I figured the only reason they’d be promoting ARMS was if they had the Switch to sell, given that ARMS had been out for a bit. I was right, but even after I saw the Switch was in stock I didn’t really trust it. I put it in my shopping cart and checked out immediately, half-thinking I’d get a “no longer available” error somewhere along the way. But nope, I was now a Switch owner.

Thanks to the magic of modern online shopping, the Switch was delivered the same evening. Right now I only have ARMS to play on it. ARMS is fun but not a system selling. Zelda, the game everyone raves about, is due to be delivered tomorrow, so for now I’m kind of in a holding pattern when it comes to “Did I make the right decision buying this thing?”

One thing that surprised me (though it shouldn’t have) is that the Switch is pretty big for a small device. There’re a couple reasons for that. First, in ‘console mode’ it sits vertically in it’s docking station. This makes it the tallest console I own (by a large margin). My TV sits on a table flanked by the PS4 Pro on one side, the Xbox One on the other (gotta keep the squabbling kids separated!). I had thought to put the Switch in front of the TV (I was swapping out the never-used Wii U and that’s where it was) but it’s too tall for that. Even though my TV is on legs the Switch in its dock blocked part of the screen.

Another possibility was in one of the 4 storage spaces under the TV. These are roomy enough (and open in the back) that airflow isn’t generally a problem, but again the Switch was too tall. The dock would fit in there but you need vertical space above the dock to lift the Switch out of it since the dock is nearly as tall as the Switch itself.

In the end I wound up perching it on top of the PS4 Pro. The Pro runs pretty cool and it vents out the sides so it should be OK (the Xbox One runs pretty hot and has cooling vents on the top surface), but it’s a little ugly sitting there. From the front it isn’t too bad (though apparently it’s a dust magnet given that it’s been there for less than 24 hours, but Angela WAS dusting during setup…I guess I’ll be dusting again today now that everything is settled):

But I’m not a fan of the cable routing when seen from the side. I might try sliding it back. I have it towards the front just for wireless connectivity and accessibility reasons. (The other box on the PS4 Pro is the Pro’s external hard drive, in case you’re wondering.)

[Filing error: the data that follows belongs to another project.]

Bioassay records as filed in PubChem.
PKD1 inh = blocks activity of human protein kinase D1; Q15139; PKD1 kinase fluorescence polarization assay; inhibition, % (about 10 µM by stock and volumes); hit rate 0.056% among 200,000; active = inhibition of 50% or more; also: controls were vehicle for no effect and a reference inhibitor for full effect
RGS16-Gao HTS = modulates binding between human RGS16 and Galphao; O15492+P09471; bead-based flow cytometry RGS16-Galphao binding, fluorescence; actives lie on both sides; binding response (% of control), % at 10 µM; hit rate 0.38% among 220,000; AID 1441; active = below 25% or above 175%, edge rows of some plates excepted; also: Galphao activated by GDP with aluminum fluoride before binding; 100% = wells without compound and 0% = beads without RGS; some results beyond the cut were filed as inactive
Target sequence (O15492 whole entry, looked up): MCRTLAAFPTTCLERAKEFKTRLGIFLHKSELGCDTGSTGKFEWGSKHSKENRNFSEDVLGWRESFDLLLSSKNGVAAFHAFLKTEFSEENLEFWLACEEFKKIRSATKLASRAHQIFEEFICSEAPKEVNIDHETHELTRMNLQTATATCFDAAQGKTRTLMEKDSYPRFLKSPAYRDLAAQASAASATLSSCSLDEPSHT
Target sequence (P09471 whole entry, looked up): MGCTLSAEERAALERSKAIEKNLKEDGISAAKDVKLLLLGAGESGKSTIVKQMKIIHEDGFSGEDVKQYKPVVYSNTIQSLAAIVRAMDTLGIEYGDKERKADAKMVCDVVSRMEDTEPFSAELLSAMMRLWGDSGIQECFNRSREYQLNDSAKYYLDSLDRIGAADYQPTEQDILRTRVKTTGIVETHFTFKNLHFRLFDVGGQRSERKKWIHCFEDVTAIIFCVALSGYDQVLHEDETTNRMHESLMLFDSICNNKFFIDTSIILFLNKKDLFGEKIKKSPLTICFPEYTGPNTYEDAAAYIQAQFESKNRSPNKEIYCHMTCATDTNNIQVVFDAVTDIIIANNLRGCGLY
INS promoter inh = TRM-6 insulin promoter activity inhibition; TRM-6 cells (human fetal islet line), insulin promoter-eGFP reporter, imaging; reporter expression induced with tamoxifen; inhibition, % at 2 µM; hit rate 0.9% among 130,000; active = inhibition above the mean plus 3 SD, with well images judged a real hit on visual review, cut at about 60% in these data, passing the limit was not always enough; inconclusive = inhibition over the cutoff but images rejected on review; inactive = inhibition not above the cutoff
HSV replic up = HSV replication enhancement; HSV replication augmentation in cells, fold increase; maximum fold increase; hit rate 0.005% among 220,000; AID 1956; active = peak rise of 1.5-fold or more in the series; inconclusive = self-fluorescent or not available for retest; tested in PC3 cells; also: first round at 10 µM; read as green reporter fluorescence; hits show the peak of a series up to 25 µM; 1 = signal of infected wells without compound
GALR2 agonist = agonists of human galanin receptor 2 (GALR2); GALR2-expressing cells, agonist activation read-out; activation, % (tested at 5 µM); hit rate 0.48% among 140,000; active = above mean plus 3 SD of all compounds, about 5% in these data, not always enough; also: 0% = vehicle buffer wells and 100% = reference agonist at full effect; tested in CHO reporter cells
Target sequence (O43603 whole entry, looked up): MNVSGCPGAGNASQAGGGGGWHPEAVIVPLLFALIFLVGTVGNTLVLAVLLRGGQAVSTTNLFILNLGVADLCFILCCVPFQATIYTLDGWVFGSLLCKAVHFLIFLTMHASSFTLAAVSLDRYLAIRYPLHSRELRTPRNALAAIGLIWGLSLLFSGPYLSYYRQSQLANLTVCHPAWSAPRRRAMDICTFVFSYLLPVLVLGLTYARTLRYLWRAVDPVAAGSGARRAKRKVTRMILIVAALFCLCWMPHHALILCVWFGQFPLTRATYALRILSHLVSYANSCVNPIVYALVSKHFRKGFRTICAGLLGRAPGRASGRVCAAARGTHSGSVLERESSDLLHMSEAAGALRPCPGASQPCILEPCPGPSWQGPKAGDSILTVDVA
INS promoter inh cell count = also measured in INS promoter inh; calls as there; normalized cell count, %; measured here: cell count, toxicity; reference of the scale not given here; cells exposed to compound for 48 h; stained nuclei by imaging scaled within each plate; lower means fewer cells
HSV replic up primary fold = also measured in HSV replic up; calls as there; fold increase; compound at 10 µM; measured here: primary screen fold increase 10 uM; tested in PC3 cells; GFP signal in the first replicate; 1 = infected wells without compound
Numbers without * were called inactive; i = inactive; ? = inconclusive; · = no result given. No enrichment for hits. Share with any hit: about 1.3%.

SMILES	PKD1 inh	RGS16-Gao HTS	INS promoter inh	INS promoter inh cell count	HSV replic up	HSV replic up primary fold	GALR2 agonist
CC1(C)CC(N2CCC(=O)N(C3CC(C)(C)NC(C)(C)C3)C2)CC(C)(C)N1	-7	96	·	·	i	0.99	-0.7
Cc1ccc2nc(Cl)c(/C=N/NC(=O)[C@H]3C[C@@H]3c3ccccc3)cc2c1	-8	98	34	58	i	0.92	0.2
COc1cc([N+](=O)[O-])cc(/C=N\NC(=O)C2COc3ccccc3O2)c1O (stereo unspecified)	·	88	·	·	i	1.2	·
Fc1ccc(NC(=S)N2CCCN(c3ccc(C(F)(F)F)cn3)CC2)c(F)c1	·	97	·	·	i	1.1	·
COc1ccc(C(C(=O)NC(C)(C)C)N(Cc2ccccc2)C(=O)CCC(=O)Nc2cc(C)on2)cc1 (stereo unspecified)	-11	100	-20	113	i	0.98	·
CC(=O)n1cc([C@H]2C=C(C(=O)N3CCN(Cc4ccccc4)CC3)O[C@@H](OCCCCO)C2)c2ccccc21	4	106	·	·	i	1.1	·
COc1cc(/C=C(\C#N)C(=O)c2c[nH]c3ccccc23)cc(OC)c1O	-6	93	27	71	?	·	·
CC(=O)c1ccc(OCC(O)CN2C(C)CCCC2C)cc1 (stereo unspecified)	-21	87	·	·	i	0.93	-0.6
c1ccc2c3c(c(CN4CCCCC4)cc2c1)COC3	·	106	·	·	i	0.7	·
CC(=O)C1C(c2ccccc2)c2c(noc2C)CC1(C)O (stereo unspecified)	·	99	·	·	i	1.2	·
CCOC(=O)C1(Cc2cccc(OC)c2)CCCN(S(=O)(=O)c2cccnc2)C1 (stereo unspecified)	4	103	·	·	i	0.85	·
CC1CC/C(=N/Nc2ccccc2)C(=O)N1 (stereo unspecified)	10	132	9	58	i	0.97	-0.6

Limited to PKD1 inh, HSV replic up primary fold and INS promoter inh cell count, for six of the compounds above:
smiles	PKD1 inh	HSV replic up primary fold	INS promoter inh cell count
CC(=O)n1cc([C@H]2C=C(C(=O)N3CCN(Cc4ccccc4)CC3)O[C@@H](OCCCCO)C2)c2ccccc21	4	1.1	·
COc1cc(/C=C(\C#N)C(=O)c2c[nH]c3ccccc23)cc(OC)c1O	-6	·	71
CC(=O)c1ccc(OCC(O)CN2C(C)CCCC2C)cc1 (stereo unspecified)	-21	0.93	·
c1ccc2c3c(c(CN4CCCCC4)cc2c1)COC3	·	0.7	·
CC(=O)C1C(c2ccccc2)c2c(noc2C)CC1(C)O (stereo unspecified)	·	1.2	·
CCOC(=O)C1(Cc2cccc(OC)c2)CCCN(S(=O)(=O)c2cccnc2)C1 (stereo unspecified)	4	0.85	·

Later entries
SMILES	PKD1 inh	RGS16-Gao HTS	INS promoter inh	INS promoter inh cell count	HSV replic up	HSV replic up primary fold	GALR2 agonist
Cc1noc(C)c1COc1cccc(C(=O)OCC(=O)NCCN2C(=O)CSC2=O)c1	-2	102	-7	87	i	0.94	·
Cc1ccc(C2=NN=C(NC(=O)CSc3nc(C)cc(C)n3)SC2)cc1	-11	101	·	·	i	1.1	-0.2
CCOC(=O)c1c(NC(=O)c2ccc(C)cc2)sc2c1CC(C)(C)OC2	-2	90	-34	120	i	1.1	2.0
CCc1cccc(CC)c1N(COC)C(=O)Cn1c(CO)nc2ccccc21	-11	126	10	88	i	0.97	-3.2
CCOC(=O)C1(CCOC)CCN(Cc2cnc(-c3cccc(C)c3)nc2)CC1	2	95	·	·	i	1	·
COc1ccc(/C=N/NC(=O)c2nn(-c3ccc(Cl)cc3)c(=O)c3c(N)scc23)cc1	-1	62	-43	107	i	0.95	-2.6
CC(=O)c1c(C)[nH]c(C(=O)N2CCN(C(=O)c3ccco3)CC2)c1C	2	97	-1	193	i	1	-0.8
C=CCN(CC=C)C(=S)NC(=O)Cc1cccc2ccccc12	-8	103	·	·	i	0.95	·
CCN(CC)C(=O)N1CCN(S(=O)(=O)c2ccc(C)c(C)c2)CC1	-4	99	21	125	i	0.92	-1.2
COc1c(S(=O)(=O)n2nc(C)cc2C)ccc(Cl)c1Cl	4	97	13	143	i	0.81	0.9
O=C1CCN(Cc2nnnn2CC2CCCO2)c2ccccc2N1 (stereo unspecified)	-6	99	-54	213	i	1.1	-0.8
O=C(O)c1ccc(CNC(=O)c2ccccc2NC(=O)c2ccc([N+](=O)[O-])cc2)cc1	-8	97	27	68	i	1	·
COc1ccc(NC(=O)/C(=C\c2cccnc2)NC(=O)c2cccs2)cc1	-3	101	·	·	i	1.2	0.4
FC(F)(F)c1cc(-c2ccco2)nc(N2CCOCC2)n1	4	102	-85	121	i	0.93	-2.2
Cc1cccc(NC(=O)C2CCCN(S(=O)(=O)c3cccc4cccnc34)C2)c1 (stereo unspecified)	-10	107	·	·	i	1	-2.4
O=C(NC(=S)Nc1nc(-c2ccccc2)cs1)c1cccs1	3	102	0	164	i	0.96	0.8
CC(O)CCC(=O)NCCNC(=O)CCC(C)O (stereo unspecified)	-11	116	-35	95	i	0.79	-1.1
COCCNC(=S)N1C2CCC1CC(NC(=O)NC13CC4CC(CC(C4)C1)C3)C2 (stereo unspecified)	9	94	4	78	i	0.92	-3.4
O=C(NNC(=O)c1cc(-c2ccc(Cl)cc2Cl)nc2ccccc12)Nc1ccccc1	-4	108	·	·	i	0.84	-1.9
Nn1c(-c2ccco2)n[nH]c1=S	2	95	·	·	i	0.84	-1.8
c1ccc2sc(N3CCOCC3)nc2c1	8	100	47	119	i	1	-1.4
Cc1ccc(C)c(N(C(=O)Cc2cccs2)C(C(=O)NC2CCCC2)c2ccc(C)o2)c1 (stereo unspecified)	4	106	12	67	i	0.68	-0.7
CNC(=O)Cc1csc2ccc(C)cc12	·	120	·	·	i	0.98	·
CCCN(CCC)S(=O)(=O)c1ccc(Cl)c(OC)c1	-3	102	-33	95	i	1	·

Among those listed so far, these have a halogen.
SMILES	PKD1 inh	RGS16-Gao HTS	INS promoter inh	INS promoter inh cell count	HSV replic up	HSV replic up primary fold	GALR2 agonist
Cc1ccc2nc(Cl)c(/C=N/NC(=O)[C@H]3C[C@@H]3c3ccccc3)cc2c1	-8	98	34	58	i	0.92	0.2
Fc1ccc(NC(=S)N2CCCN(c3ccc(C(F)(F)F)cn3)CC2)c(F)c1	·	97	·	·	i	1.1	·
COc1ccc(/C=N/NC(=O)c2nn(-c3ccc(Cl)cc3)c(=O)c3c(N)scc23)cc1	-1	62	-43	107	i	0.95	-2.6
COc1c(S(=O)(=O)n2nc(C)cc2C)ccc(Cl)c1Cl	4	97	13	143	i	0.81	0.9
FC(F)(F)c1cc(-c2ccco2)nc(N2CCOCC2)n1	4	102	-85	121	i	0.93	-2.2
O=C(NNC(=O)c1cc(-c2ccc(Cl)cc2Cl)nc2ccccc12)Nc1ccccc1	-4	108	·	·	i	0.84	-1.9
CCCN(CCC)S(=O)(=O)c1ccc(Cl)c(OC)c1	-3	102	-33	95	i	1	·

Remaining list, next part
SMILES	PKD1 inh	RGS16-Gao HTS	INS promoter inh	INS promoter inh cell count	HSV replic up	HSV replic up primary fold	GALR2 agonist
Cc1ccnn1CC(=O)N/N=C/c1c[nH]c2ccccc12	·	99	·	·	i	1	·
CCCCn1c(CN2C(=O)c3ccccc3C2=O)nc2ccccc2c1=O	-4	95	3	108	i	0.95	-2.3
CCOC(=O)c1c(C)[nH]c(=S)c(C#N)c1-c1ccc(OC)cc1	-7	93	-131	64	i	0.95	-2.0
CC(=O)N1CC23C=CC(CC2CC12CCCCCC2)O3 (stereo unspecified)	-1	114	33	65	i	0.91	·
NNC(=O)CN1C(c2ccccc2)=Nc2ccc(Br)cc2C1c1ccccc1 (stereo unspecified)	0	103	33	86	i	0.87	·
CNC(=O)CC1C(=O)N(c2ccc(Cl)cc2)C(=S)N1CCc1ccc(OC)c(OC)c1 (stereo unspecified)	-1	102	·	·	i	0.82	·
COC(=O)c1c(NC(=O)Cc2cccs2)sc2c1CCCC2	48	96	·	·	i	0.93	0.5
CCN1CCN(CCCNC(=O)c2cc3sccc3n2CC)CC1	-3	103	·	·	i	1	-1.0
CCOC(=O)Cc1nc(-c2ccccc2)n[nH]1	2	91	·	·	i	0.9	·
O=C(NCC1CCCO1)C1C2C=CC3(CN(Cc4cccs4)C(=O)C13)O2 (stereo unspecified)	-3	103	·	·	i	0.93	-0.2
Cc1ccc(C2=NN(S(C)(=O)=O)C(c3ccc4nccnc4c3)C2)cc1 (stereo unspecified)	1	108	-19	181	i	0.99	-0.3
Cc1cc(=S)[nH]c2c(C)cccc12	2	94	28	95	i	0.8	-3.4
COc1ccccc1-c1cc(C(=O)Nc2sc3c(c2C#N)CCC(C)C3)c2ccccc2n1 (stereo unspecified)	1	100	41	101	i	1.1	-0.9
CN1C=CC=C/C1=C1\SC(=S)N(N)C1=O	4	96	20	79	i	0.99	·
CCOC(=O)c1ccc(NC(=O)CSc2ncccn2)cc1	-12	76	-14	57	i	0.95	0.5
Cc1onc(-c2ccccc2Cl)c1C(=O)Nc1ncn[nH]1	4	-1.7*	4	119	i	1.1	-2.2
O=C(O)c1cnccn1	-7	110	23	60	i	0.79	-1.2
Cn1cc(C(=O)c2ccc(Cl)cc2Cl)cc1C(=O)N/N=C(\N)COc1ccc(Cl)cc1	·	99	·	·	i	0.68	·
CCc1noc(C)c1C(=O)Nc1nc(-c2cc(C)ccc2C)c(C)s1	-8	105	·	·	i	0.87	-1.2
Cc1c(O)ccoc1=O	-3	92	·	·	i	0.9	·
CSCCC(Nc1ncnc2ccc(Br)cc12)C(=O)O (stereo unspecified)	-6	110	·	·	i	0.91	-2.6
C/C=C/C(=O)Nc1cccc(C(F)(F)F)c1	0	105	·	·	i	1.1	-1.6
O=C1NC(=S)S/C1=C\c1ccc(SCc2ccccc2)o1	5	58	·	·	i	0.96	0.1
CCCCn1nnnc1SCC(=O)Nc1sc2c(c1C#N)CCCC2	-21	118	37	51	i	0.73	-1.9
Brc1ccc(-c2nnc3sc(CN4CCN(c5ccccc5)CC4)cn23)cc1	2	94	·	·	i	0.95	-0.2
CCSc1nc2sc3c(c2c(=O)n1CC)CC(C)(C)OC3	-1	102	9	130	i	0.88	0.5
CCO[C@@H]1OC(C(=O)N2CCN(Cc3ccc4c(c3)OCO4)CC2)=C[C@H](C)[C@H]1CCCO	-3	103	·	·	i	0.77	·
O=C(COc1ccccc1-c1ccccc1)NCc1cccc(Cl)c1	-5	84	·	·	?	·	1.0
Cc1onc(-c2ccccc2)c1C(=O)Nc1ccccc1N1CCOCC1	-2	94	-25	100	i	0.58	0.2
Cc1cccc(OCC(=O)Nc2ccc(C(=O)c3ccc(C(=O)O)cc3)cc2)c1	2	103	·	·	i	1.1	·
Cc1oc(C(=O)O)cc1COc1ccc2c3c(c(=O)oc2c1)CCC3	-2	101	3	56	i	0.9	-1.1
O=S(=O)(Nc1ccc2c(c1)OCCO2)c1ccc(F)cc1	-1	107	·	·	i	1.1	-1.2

The ‘size’ of the Switch doesn’t stop with the console itself. There’s also a lot of parts associated with the Joycons. The big thing is meant to convert the Joycons into something like a traditional controller, the thin bits slide on the ‘connection’ side of the Joycons when used on their own. So I’ll need to find a place to store these when they’re not in use.

The good news is that once I came to terms with all the stuff I had to find locations for, everything else went well. I ran into one glitch where the setup process asks you if you want to link the device with a Nintendo Account, but that won’t actually work until you do a system update. It wouldn’t complete and I couldn’t back out of it. Had to reset the Switch and doing so was accomplished the way I assumed it would be: by holding down the power button for a bit. Nice that I didn’t have to look that up.

Once I’d updated the system software (the d/l timed out once but took up where it had left off after I restarted it) linking the Nintendo Account was pretty fast. It’s nice that you can take the Switch out of the dock and use the touch screen for pecking in usernames and passwords. The Switch feels really good in handheld mode and I may find I use it more as a handheld than as a TV-based console.

I knew I had money in my Nintendo account but it wasn’t initially showing up. For some reason you have a separate step of “merging” your 3DS/Wii U wallet with your Nintendo Switch wallet. Weird, but no big deal as it was a 1-time thing.

Oh, and I bought a microSD card for storage. Happily I knew from reading reviews that the slot for the memory card is hidden behind the ‘kickstand’ for the Switch. I don’t know how long it would have taken me to find it otherwise.

My last concern is that Switch feels really loose in its dock. There’s a lot of wiggle room in there and it just kind of sits on the connector at the bottom. It doesn’t feel locked in. I guess it’s not a huge deal since once it is in the dock there’s no real reason to touch it much, but I still worry about the long-term life of that connector at the bottom of the unit. I worry a little about the Joycons constantly sliding in and out of things too, but I guess you can replace those. The little thin parts in particular seem pretty hard to put on and pull off.

So finally I had the thing set up. Now what? Now…not much. Without games the Switch doesn’t do much. There’s a “news” service that you can use to view some Nintendo videos from the Treehouse and stuff, but that’s about it. There’s no YouTube or Twitch to kill time with. No Mii Plaza to dork around on. Time to unwrap ARMS.

And ARMS, as mentioned above, is pretty fun. I was playing it using the motion controls, one Joycon in each hand, and it felt pretty good. Not as precise as a Playstation Move controller, but way better than the old Wii controls or the Xbox Kinect controls. Was it worth spending $300 for a Switch to play ARMS? No. But Zelda will be here tomorrow, and I’m looking forward to Xenoblade Chronicles 2 and that Mario & Rabbids strategy game coming from Ubisoft: both of those are due in fall. I didn’t get the Switch in anticipation of owning a HUGE library of games for it. I got it to play games I can’t play elsewhere, and I’m looking forward to the experience of playing on the TV, then undocking and continuing to play in bed or (when the weather is cooler) out on the back porch or something.